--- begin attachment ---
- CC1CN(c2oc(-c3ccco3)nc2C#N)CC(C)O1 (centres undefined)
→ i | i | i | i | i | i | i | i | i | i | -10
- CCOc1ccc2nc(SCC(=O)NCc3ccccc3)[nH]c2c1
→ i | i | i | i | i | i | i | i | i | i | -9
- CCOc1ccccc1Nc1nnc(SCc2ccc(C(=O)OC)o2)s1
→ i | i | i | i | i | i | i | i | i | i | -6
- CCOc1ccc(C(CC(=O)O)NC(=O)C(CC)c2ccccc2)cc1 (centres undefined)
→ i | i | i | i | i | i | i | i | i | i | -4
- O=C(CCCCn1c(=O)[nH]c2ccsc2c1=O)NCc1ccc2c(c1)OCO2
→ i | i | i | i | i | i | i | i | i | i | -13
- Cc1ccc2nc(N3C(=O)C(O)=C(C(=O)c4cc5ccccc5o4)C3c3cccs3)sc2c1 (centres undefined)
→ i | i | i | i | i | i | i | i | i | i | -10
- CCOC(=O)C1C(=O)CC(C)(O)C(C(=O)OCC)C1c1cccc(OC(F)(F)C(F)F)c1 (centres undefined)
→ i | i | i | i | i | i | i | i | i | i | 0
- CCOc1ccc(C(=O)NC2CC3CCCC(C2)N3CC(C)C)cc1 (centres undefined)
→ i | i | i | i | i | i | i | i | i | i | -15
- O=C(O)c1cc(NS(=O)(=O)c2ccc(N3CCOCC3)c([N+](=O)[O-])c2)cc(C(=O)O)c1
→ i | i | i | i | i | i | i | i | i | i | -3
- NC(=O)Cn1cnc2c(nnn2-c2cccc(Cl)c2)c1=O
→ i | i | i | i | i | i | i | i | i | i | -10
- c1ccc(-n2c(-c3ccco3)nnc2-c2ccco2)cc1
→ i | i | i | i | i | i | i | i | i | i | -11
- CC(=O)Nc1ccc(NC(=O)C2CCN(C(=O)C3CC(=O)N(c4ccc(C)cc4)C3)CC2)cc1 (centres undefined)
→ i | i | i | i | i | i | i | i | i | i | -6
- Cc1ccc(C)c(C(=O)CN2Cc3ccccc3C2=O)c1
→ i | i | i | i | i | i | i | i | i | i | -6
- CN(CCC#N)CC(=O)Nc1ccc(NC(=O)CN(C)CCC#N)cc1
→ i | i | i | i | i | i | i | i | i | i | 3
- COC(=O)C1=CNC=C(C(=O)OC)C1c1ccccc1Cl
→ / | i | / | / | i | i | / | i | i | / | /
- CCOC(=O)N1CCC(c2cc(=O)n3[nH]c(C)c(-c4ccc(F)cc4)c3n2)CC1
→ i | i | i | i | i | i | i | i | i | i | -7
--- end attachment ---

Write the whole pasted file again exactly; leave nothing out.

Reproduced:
- CC1CN(c2oc(-c3ccco3)nc2C#N)CC(C)O1 (centres undefined)
→ i | i | i | i | i | i | i | i | i | i | -10
- CCOc1ccc2nc(SCC(=O)NCc3ccccc3)[nH]c2c1
→ i | i | i | i | i | i | i | i | i | i | -9
- CCOc1ccccc1Nc1nnc(SCc2ccc(C(=O)OC)o2)s1
→ i | i | i | i | i | i | i | i | i | i | -6
- CCOc1ccc(C(CC(=O)O)NC(=O)C(CC)c2ccccc2)cc1 (centres undefined)
→ i | i | i | i | i | i | i | i | i | i | -4
- O=C(CCCCn1c(=O)[nH]c2ccsc2c1=O)NCc1ccc2c(c1)OCO2
→ i | i | i | i | i | i | i | i | i | i | -13
- Cc1ccc2nc(N3C(=O)C(O)=C(C(=O)c4cc5ccccc5o4)C3c3cccs3)sc2c1 (centres undefined)
→ i | i | i | i | i | i | i | i | i | i | -10
- CCOC(=O)C1C(=O)CC(C)(O)C(C(=O)OCC)C1c1cccc(OC(F)(F)C(F)F)c1 (centres undefined)
→ i | i | i | i | i | i | i | i | i | i | 0
- CCOc1ccc(C(=O)NC2CC3CCCC(C2)N3CC(C)C)cc1 (centres undefined)
→ i | i | i | i | i | i | i | i | i | i | -15
- O=C(O)c1cc(NS(=O)(=O)c2ccc(N3CCOCC3)c([N+](=O)[O-])c2)cc(C(=O)O)c1
→ i | i | i | i | i | i | i | i | i | i | -3
- NC(=O)Cn1cnc2c(nnn2-c2cccc(Cl)c2)c1=O
→ i | i | i | i | i | i | i | i | i | i | -10
- c1ccc(-n2c(-c3ccco3)nnc2-c2ccco2)cc1
→ i | i | i | i | i | i | i | i | i | i | -11
- CC(=O)Nc1ccc(NC(=O)C2CCN(C(=O)C3CC(=O)N(c4ccc(C)cc4)C3)CC2)cc1 (centres undefined)
→ i | i | i | i | i | i | i | i | i | i | -6
- Cc1ccc(C)c(C(=O)CN2Cc3ccccc3C2=O)c1
→ i | i | i | i | i | i | i | i | i | i | -6
- CN(CCC#N)CC(=O)Nc1ccc(NC(=O)CN(C)CCC#N)cc1
→ i | i | i | i | i | i | i | i | i | i | 3
- COC(=O)C1=CNC=C(C(=O)OC)C1c1ccccc1Cl
→ / | i | / | / | i | i | / | i | i | / | /
- CCOC(=O)N1CCC(c2cc(=O)n3[nH]c(C)c(-c4ccc(F)cc4)c3n2)CC1
→ i | i | i | i | i | i | i | i | i | i | -7